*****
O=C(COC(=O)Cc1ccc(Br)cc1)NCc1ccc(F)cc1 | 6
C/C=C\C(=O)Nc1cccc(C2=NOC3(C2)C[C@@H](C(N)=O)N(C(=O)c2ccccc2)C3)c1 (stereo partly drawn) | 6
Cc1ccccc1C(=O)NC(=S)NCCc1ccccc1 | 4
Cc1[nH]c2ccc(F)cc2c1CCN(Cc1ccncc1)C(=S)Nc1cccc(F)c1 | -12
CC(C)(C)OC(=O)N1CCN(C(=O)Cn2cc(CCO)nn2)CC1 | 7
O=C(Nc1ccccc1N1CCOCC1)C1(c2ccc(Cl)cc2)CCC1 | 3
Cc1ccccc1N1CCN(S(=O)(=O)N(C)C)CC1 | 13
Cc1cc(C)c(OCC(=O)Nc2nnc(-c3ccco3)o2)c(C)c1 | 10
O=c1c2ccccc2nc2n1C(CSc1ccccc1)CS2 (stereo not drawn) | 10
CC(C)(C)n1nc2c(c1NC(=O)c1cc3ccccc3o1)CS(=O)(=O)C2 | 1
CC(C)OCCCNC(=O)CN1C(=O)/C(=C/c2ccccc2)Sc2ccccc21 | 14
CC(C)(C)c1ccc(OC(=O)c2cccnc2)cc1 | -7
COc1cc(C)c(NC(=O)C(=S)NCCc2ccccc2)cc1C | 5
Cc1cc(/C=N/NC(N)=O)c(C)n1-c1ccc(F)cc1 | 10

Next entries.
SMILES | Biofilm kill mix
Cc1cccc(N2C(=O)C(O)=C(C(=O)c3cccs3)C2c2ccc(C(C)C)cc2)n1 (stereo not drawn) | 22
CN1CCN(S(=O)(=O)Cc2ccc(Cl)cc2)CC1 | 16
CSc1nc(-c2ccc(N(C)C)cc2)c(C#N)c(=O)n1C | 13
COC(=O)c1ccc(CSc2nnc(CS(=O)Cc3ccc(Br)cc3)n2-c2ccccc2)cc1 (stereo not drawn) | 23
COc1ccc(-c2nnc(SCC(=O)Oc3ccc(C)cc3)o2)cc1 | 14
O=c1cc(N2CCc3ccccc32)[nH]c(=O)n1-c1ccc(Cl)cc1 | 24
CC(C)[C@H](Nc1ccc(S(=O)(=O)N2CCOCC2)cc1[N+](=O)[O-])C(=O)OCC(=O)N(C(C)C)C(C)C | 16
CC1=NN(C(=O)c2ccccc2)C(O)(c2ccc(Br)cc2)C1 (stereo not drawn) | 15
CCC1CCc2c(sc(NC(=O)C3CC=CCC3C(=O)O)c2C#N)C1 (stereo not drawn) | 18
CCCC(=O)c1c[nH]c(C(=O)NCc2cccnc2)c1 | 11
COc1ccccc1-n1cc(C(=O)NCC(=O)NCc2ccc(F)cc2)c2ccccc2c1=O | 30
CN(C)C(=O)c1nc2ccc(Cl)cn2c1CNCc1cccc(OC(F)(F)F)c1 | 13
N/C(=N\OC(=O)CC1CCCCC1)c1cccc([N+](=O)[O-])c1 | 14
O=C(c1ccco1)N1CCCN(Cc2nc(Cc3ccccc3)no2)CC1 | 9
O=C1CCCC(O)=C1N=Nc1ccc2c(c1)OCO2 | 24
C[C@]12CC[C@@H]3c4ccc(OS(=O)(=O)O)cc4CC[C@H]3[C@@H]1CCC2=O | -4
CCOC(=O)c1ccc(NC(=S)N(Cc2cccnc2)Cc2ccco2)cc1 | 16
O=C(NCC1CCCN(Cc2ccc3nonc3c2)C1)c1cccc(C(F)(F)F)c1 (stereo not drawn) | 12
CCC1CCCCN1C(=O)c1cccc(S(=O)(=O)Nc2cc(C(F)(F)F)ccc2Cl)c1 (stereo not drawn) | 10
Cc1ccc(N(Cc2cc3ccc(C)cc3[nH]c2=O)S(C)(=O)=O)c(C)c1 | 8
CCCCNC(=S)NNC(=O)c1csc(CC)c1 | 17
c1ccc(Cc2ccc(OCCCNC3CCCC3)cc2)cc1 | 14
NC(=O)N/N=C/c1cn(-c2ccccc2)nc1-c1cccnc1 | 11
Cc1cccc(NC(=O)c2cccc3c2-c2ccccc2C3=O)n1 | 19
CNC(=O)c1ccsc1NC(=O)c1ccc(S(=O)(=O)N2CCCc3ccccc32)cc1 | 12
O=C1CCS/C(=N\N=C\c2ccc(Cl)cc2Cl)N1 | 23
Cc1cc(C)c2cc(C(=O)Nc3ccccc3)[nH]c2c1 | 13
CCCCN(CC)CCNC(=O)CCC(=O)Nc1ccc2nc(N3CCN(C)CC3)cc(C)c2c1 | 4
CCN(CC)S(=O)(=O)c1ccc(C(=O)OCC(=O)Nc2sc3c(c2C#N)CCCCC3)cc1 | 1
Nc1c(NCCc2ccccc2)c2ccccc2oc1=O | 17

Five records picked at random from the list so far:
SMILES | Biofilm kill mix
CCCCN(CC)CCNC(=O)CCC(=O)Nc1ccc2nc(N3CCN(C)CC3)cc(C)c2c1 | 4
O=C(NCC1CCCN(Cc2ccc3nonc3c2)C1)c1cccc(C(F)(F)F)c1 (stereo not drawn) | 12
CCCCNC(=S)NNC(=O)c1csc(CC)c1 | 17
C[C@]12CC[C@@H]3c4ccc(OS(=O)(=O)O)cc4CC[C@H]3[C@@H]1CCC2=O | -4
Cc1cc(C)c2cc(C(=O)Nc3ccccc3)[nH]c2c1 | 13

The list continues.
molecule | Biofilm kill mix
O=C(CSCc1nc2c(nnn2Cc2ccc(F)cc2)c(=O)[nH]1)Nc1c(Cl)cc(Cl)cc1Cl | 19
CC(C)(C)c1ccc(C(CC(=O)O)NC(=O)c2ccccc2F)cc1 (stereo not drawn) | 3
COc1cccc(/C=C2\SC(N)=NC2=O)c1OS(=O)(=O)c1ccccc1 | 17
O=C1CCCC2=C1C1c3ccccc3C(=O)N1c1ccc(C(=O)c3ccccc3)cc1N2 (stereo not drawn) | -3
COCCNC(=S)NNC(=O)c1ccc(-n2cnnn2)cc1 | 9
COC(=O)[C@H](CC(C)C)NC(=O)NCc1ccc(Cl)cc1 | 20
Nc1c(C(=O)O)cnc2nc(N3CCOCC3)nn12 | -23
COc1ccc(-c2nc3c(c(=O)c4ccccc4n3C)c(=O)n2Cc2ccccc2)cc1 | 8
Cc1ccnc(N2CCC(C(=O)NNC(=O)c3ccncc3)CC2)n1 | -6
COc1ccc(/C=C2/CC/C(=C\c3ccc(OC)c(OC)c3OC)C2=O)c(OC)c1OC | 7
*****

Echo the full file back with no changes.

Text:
O=C(COC(=O)Cc1ccc(Br)cc1)NCc1ccc(F)cc1 | 6
C/C=C\C(=O)Nc1cccc(C2=NOC3(C2)C[C@@H](C(N)=O)N(C(=O)c2ccccc2)C3)c1 (stereo partly drawn) | 6
Cc1ccccc1C(=O)NC(=S)NCCc1ccccc1 | 4
Cc1[nH]c2ccc(F)cc2c1CCN(Cc1ccncc1)C(=S)Nc1cccc(F)c1 | -12
CC(C)(C)OC(=O)N1CCN(C(=O)Cn2cc(CCO)nn2)CC1 | 7
O=C(Nc1ccccc1N1CCOCC1)C1(c2ccc(Cl)cc2)CCC1 | 3
Cc1ccccc1N1CCN(S(=O)(=O)N(C)C)CC1 | 13
Cc1cc(C)c(OCC(=O)Nc2nnc(-c3ccco3)o2)c(C)c1 | 10
O=c1c2ccccc2nc2n1C(CSc1ccccc1)CS2 (stereo not drawn) | 10
CC(C)(C)n1nc2c(c1NC(=O)c1cc3ccccc3o1)CS(=O)(=O)C2 | 1
CC(C)OCCCNC(=O)CN1C(=O)/C(=C/c2ccccc2)Sc2ccccc21 | 14
CC(C)(C)c1ccc(OC(=O)c2cccnc2)cc1 | -7
COc1cc(C)c(NC(=O)C(=S)NCCc2ccccc2)cc1C | 5
Cc1cc(/C=N/NC(N)=O)c(C)n1-c1ccc(F)cc1 | 10

Next entries.
SMILES | Biofilm kill mix
Cc1cccc(N2C(=O)C(O)=C(C(=O)c3cccs3)C2c2ccc(C(C)C)cc2)n1 (stereo not drawn) | 22
CN1CCN(S(=O)(=O)Cc2ccc(Cl)cc2)CC1 | 16
CSc1nc(-c2ccc(N(C)C)cc2)c(C#N)c(=O)n1C | 13
COC(=O)c1ccc(CSc2nnc(CS(=O)Cc3ccc(Br)cc3)n2-c2ccccc2)cc1 (stereo not drawn) | 23
COc1ccc(-c2nnc(SCC(=O)Oc3ccc(C)cc3)o2)cc1 | 14
O=c1cc(N2CCc3ccccc32)[nH]c(=O)n1-c1ccc(Cl)cc1 | 24
CC(C)[C@H](Nc1ccc(S(=O)(=O)N2CCOCC2)cc1[N+](=O)[O-])C(=O)OCC(=O)N(C(C)C)C(C)C | 16
CC1=NN(C(=O)c2ccccc2)C(O)(c2ccc(Br)cc2)C1 (stereo not drawn) | 15
CCC1CCc2c(sc(NC(=O)C3CC=CCC3C(=O)O)c2C#N)C1 (stereo not drawn) | 18
CCCC(=O)c1c[nH]c(C(=O)NCc2cccnc2)c1 | 11
COc1ccccc1-n1cc(C(=O)NCC(=O)NCc2ccc(F)cc2)c2ccccc2c1=O | 30
CN(C)C(=O)c1nc2ccc(Cl)cn2c1CNCc1cccc(OC(F)(F)F)c1 | 13
N/C(=N\OC(=O)CC1CCCCC1)c1cccc([N+](=O)[O-])c1 | 14
O=C(c1ccco1)N1CCCN(Cc2nc(Cc3ccccc3)no2)CC1 | 9
O=C1CCCC(O)=C1N=Nc1ccc2c(c1)OCO2 | 24
C[C@]12CC[C@@H]3c4ccc(OS(=O)(=O)O)cc4CC[C@H]3[C@@H]1CCC2=O | -4
CCOC(=O)c1ccc(NC(=S)N(Cc2cccnc2)Cc2ccco2)cc1 | 16
O=C(NCC1CCCN(Cc2ccc3nonc3c2)C1)c1cccc(C(F)(F)F)c1 (stereo not drawn) | 12
CCC1CCCCN1C(=O)c1cccc(S(=O)(=O)Nc2cc(C(F)(F)F)ccc2Cl)c1 (stereo not drawn) | 10
Cc1ccc(N(Cc2cc3ccc(C)cc3[nH]c2=O)S(C)(=O)=O)c(C)c1 | 8
CCCCNC(=S)NNC(=O)c1csc(CC)c1 | 17
c1ccc(Cc2ccc(OCCCNC3CCCC3)cc2)cc1 | 14
NC(=O)N/N=C/c1cn(-c2ccccc2)nc1-c1cccnc1 | 11
Cc1cccc(NC(=O)c2cccc3c2-c2ccccc2C3=O)n1 | 19
CNC(=O)c1ccsc1NC(=O)c1ccc(S(=O)(=O)N2CCCc3ccccc32)cc1 | 12
O=C1CCS/C(=N\N=C\c2ccc(Cl)cc2Cl)N1 | 23
Cc1cc(C)c2cc(C(=O)Nc3ccccc3)[nH]c2c1 | 13
CCCCN(CC)CCNC(=O)CCC(=O)Nc1ccc2nc(N3CCN(C)CC3)cc(C)c2c1 | 4
CCN(CC)S(=O)(=O)c1ccc(C(=O)OCC(=O)Nc2sc3c(c2C#N)CCCCC3)cc1 | 1
Nc1c(NCCc2ccccc2)c2ccccc2oc1=O | 17

Five records picked at random from the list so far:
SMILES | Biofilm kill mix
CCCCN(CC)CCNC(=O)CCC(=O)Nc1ccc2nc(N3CCN(C)CC3)cc(C)c2c1 | 4
O=C(NCC1CCCN(Cc2ccc3nonc3c2)C1)c1cccc(C(F)(F)F)c1 (stereo not drawn) | 12
CCCCNC(=S)NNC(=O)c1csc(CC)c1 | 17
C[C@]12CC[C@@H]3c4ccc(OS(=O)(=O)O)cc4CC[C@H]3[C@@H]1CCC2=O | -4
Cc1cc(C)c2cc(C(=O)Nc3ccccc3)[nH]c2c1 | 13

The list continues.
molecule | Biofilm kill mix
O=C(CSCc1nc2c(nnn2Cc2ccc(F)cc2)c(=O)[nH]1)Nc1c(Cl)cc(Cl)cc1Cl | 19
CC(C)(C)c1ccc(C(CC(=O)O)NC(=O)c2ccccc2F)cc1 (stereo not drawn) | 3
COc1cccc(/C=C2\SC(N)=NC2=O)c1OS(=O)(=O)c1ccccc1 | 17
O=C1CCCC2=C1C1c3ccccc3C(=O)N1c1ccc(C(=O)c3ccccc3)cc1N2 (stereo not drawn) | -3
COCCNC(=S)NNC(=O)c1ccc(-n2cnnn2)cc1 | 9
COC(=O)[C@H](CC(C)C)NC(=O)NCc1ccc(Cl)cc1 | 20
Nc1c(C(=O)O)cnc2nc(N3CCOCC3)nn12 | -23
COc1ccc(-c2nc3c(c(=O)c4ccccc4n3C)c(=O)n2Cc2ccccc2)cc1 | 8
Cc1ccnc(N2CCC(C(=O)NNC(=O)c3ccncc3)CC2)n1 | -6
COc1ccc(/C=C2/CC/C(=C\c3ccc(OC)c(OC)c3OC)C2=O)c(OC)c1OC | 7